Chinese Artist's Sexting Statue Gets to Stay in Kansas Sculpture Park, Despite Parents' Protests

Chinese Artist's Sexting Statue Gets to Stay in Kansas Sculpture Park, Despite Parents' Protests
“Accept or Reject” by Chinese sculptor Yu Chang at The Overland Park Arboretum, Kansas
(Courtesy Step_39 via Flickr)

The latest addition to an international sculpture park in an Overland Park, Kansas arboretum might be a cross-cultural gift of goodwill from the Chinese government, but it has the local population seeing red. The work in question is “Accept or Reject” by Chinese sculptor Yu Chang. The odd piece shows a headless, topless, midriff-less, and bottom-less woman snapping a picture of her exposed breasts. Interpreting it as promoting sexting (perhaps logically, given its title) and arguing that it is inappropriate for a family environment, some residents have called for the sculpture’s removal.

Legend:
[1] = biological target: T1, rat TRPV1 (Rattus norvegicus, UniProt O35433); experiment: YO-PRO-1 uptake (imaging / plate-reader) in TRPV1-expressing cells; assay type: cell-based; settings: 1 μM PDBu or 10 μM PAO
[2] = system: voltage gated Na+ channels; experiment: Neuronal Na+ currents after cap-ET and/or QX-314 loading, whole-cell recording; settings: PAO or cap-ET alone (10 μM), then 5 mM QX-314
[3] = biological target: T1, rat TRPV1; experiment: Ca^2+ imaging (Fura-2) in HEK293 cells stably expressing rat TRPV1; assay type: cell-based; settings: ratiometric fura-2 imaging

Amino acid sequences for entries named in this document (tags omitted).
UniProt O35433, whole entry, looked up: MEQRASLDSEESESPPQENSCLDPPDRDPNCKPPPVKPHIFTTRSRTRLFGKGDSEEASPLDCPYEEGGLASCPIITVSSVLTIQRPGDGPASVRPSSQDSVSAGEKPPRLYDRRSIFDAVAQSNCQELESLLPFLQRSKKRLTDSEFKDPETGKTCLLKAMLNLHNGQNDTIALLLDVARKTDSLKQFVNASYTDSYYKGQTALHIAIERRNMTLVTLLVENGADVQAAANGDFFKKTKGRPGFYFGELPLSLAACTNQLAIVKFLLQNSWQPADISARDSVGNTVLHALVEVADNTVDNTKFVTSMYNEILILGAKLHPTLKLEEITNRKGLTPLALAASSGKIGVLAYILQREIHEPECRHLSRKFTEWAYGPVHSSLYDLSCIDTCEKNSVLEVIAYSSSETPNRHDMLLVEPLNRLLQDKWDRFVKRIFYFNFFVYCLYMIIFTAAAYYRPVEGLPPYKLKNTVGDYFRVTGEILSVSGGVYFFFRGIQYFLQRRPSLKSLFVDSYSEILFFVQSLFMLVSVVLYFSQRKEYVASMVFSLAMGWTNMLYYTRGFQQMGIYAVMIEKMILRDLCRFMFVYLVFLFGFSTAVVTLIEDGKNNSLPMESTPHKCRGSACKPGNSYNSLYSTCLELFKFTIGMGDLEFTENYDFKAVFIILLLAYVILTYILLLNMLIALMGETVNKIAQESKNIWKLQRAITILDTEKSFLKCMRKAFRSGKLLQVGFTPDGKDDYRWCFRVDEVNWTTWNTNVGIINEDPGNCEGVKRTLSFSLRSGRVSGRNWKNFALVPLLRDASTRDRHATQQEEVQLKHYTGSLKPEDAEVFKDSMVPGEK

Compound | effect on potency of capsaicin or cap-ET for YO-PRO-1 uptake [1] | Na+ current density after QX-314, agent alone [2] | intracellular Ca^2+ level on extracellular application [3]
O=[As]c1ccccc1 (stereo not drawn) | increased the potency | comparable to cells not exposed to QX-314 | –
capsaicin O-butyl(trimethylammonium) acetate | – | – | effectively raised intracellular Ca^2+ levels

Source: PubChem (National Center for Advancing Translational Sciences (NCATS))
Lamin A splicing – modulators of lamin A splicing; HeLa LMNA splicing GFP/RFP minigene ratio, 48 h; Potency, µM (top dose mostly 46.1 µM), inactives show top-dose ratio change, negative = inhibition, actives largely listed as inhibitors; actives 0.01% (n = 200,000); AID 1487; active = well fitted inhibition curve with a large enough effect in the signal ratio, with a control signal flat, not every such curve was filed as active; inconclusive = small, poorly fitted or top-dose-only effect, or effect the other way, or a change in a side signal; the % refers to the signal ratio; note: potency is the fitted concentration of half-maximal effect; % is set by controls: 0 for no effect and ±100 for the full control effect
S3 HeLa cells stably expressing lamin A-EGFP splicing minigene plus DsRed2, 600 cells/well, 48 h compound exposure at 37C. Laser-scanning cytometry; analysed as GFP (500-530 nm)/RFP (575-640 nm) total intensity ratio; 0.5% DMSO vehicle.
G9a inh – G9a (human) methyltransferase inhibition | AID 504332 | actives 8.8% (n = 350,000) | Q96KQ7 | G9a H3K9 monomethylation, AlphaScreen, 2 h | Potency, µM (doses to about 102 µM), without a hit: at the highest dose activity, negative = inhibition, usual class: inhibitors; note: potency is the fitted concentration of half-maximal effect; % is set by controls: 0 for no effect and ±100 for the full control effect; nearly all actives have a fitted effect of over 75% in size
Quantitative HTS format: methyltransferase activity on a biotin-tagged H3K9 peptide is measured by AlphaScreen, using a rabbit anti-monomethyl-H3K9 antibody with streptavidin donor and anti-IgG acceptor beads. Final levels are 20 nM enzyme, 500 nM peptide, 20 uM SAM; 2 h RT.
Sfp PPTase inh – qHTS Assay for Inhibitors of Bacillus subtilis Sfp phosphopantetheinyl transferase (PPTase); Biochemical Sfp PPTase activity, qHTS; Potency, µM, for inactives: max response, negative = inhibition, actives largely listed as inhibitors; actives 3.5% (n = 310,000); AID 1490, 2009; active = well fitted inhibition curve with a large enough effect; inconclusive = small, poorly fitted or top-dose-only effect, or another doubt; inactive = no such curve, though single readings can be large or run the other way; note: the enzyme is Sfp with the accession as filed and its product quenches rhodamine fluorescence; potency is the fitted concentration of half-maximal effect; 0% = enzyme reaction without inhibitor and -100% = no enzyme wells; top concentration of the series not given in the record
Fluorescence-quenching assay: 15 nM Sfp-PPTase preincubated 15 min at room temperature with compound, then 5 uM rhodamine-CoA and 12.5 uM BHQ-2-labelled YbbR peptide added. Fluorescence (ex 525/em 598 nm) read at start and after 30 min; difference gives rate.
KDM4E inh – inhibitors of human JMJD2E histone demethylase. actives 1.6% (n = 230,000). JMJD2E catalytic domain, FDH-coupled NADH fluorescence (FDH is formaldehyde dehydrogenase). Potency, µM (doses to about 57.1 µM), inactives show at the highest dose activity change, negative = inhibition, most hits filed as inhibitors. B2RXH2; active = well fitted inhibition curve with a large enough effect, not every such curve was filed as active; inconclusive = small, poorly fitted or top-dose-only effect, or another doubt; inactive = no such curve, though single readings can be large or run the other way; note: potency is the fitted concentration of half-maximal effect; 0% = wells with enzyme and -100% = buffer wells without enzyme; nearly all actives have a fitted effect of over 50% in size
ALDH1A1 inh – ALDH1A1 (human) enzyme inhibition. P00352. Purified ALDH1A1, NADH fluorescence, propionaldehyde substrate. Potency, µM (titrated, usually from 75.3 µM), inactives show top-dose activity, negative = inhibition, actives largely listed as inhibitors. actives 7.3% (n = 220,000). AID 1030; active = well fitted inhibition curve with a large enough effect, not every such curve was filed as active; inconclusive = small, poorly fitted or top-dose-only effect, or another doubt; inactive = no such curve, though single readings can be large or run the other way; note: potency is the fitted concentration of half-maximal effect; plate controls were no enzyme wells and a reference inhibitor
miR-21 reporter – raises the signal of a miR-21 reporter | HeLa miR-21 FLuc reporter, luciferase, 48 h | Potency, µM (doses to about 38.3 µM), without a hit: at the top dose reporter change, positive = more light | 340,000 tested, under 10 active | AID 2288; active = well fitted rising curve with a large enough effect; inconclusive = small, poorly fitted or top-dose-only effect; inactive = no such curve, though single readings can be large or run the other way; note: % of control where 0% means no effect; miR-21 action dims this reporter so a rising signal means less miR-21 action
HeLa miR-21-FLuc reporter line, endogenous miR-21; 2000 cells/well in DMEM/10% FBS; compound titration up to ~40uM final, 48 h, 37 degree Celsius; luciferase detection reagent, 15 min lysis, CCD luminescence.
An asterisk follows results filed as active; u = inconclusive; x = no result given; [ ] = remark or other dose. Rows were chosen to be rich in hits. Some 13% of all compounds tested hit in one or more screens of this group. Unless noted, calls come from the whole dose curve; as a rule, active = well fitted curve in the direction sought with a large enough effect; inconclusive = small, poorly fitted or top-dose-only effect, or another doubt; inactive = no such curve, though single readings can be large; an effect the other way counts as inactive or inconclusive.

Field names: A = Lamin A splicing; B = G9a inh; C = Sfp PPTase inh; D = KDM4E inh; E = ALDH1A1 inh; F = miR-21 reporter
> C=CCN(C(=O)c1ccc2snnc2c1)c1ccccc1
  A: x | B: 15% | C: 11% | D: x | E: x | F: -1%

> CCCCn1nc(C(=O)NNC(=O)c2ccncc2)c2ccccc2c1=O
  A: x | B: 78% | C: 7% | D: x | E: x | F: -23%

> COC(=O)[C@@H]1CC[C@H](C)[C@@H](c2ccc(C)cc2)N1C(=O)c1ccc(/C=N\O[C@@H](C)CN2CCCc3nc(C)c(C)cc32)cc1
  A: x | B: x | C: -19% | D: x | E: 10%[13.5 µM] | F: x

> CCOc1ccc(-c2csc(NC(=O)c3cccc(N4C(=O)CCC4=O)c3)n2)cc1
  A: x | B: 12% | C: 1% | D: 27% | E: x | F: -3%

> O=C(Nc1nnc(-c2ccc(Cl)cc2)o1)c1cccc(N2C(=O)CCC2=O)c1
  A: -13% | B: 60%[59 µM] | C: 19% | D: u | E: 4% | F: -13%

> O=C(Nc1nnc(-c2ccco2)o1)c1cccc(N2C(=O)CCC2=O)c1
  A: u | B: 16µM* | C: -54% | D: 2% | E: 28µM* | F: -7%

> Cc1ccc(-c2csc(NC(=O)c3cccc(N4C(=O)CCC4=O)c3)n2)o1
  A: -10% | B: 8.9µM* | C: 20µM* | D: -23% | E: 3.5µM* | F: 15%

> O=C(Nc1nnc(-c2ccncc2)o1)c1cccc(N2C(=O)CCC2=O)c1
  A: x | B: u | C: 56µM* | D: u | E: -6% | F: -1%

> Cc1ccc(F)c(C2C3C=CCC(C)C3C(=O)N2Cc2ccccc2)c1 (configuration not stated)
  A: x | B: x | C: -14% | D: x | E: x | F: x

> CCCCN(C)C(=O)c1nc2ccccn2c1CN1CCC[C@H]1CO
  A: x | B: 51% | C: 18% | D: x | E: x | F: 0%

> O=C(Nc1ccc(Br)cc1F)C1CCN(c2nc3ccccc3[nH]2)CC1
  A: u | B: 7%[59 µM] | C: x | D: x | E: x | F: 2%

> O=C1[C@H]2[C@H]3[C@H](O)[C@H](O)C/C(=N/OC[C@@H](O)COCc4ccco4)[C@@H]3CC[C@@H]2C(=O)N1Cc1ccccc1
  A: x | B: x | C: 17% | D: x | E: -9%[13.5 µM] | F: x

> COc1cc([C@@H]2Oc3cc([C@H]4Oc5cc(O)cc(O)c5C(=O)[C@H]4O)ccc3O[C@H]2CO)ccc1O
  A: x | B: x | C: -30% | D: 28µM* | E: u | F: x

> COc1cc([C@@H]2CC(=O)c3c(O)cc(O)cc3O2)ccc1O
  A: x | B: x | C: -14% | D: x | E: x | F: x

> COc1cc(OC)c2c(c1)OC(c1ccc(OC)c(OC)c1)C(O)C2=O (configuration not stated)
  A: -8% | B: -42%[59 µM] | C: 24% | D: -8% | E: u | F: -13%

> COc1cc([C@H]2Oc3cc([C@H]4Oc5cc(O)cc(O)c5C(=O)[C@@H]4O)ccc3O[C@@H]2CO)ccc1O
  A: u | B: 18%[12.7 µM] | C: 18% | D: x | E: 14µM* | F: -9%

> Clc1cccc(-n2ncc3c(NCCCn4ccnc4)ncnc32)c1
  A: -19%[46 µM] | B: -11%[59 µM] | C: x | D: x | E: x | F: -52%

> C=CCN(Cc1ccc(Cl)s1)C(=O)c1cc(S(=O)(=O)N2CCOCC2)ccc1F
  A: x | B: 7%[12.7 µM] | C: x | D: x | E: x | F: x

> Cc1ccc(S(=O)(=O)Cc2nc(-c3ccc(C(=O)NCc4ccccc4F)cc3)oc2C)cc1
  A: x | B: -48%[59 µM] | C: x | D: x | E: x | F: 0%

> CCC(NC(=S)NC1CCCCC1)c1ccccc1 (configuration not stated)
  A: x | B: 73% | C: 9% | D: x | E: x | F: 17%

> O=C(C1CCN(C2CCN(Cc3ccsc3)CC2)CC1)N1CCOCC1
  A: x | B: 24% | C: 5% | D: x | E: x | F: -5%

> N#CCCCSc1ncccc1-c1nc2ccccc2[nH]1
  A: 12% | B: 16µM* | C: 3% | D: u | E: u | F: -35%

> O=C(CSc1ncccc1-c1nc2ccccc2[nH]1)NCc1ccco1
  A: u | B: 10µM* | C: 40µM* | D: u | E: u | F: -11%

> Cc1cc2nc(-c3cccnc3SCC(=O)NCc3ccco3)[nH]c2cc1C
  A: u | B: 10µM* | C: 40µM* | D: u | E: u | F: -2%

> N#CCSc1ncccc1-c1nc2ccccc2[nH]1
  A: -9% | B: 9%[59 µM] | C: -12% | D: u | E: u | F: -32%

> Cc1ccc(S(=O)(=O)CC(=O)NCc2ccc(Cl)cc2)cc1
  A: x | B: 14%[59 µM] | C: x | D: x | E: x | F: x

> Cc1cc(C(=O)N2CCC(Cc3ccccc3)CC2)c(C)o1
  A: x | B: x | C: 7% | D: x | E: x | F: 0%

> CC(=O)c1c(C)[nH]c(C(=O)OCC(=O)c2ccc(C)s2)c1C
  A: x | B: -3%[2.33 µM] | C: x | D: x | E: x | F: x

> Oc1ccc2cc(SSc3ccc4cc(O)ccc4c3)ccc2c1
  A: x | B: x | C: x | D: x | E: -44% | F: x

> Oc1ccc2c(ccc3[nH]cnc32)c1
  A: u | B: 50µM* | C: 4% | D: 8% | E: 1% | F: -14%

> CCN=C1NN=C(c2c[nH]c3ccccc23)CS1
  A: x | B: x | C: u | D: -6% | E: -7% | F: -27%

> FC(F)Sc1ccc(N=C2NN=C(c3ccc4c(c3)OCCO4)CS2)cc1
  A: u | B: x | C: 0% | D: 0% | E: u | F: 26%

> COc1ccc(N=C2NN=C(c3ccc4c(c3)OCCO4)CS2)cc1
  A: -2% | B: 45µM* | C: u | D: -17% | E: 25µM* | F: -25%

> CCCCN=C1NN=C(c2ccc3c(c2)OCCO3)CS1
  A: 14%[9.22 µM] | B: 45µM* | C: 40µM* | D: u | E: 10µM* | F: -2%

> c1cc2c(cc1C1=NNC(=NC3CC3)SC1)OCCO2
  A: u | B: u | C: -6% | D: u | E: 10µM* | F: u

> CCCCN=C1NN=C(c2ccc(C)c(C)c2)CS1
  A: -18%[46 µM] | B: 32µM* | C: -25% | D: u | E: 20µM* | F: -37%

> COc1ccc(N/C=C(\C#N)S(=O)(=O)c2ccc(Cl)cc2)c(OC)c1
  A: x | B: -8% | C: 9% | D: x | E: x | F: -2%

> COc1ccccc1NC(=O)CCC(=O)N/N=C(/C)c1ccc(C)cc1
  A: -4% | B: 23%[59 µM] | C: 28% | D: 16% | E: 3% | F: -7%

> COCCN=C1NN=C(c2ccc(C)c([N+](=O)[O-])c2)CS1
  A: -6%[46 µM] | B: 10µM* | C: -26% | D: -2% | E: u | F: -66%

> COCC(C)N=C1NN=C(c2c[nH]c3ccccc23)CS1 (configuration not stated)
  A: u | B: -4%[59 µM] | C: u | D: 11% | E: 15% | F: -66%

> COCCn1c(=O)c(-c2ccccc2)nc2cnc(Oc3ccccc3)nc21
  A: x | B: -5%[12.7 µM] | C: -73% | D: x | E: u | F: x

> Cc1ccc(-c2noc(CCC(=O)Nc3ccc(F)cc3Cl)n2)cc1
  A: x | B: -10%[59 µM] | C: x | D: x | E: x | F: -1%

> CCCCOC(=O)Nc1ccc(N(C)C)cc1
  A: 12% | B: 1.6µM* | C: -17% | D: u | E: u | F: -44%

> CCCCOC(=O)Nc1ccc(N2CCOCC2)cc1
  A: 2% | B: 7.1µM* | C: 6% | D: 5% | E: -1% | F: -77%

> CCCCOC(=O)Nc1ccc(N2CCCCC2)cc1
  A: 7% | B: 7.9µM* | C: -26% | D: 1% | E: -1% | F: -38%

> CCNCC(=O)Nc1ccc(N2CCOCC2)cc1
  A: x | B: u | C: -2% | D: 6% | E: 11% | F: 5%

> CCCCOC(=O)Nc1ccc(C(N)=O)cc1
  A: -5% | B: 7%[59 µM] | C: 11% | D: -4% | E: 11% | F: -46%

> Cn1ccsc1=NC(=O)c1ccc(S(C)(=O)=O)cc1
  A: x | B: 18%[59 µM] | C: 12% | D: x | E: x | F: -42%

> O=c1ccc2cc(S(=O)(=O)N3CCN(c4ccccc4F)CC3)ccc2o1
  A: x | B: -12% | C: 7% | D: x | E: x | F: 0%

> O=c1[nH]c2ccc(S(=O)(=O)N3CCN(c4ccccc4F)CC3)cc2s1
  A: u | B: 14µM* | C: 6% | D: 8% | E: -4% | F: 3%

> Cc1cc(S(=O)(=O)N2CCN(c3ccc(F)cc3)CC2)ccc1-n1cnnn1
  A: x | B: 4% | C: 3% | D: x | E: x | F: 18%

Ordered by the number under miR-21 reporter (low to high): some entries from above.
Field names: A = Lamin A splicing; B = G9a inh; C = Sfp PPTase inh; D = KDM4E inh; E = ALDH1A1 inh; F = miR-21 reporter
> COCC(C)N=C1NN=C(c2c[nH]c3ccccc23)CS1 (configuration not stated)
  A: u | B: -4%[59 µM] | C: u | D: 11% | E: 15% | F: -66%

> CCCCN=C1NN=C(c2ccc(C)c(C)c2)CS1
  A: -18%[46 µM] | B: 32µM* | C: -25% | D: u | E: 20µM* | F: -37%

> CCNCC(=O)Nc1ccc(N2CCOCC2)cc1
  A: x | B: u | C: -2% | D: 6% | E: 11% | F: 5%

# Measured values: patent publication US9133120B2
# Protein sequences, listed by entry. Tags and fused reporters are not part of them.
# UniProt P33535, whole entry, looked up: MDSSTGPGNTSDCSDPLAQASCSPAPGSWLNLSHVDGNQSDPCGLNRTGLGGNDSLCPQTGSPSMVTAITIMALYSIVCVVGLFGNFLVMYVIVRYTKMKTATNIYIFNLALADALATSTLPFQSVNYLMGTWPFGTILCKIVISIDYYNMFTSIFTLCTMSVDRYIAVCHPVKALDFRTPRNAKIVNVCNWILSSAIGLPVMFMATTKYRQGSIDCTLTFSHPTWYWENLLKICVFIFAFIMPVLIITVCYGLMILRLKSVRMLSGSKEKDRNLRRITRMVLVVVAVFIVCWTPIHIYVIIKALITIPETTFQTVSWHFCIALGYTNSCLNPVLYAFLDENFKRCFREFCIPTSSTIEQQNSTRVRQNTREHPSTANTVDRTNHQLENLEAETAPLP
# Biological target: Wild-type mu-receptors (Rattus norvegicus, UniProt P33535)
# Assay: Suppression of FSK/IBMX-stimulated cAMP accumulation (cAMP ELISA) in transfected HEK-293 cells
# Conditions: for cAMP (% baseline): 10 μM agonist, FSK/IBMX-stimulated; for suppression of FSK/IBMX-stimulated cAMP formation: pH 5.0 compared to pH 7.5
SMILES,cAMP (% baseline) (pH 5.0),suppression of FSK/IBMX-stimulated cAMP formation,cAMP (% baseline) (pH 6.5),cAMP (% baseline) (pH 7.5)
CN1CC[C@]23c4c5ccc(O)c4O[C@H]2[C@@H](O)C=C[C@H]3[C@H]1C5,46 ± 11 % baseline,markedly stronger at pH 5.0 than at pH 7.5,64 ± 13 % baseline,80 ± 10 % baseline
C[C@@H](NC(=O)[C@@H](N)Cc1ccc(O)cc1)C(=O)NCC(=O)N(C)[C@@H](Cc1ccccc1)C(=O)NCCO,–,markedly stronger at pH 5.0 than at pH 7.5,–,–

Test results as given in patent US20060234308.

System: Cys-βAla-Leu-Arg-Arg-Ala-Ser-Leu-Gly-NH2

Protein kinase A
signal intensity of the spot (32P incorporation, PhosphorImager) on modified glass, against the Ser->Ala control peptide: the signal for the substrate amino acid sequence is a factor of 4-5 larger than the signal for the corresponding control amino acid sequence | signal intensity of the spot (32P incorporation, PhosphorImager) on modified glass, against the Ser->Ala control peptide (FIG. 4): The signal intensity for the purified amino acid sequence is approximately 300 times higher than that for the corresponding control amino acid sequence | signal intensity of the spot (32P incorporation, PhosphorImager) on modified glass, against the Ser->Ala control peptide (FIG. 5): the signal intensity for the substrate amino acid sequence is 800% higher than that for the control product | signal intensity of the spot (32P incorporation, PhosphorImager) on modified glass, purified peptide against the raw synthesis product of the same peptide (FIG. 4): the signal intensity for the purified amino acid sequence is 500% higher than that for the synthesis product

The park refuses to extract the work, but it has installed an advisory sign warning that some of the sculptures on display feature “parts of the human body” and may not be appropriate for children. A petition created by mother Jo Anne Hughes hopes to gather the 4,000 signatures necessary to bring the issue before a grand jury investigation.

That Yu’s work is provoking a strong reaction is no surprise, but what’s more intriguing is the strange backstory of both the sculpture and the park. Yu is the president of the Sculpture Academy of Guangzhou, and is first on the list of six Chinese sculptors who are contributing to the “Chinese-U.S. Sculpture Park” phase of Overland Park’s International Sculpture Park initiative. The project is meant to serve as a reminder of the presence of Chinese immigrants in the United States.

Just how Yu’s particular work serves this function is unclear. However, within Yu’s oeuvre, the headless female sculpture isn’t quite so shocking. In another sculpture tinged with wonky Futurism, a dramatically posed, wheelchair-bound figure throws a discus. The figure has neither head nor legs. Yu comments on the piece, “It represents the feeling of young people nowadays to struggle in conflict, disappointment and solitude."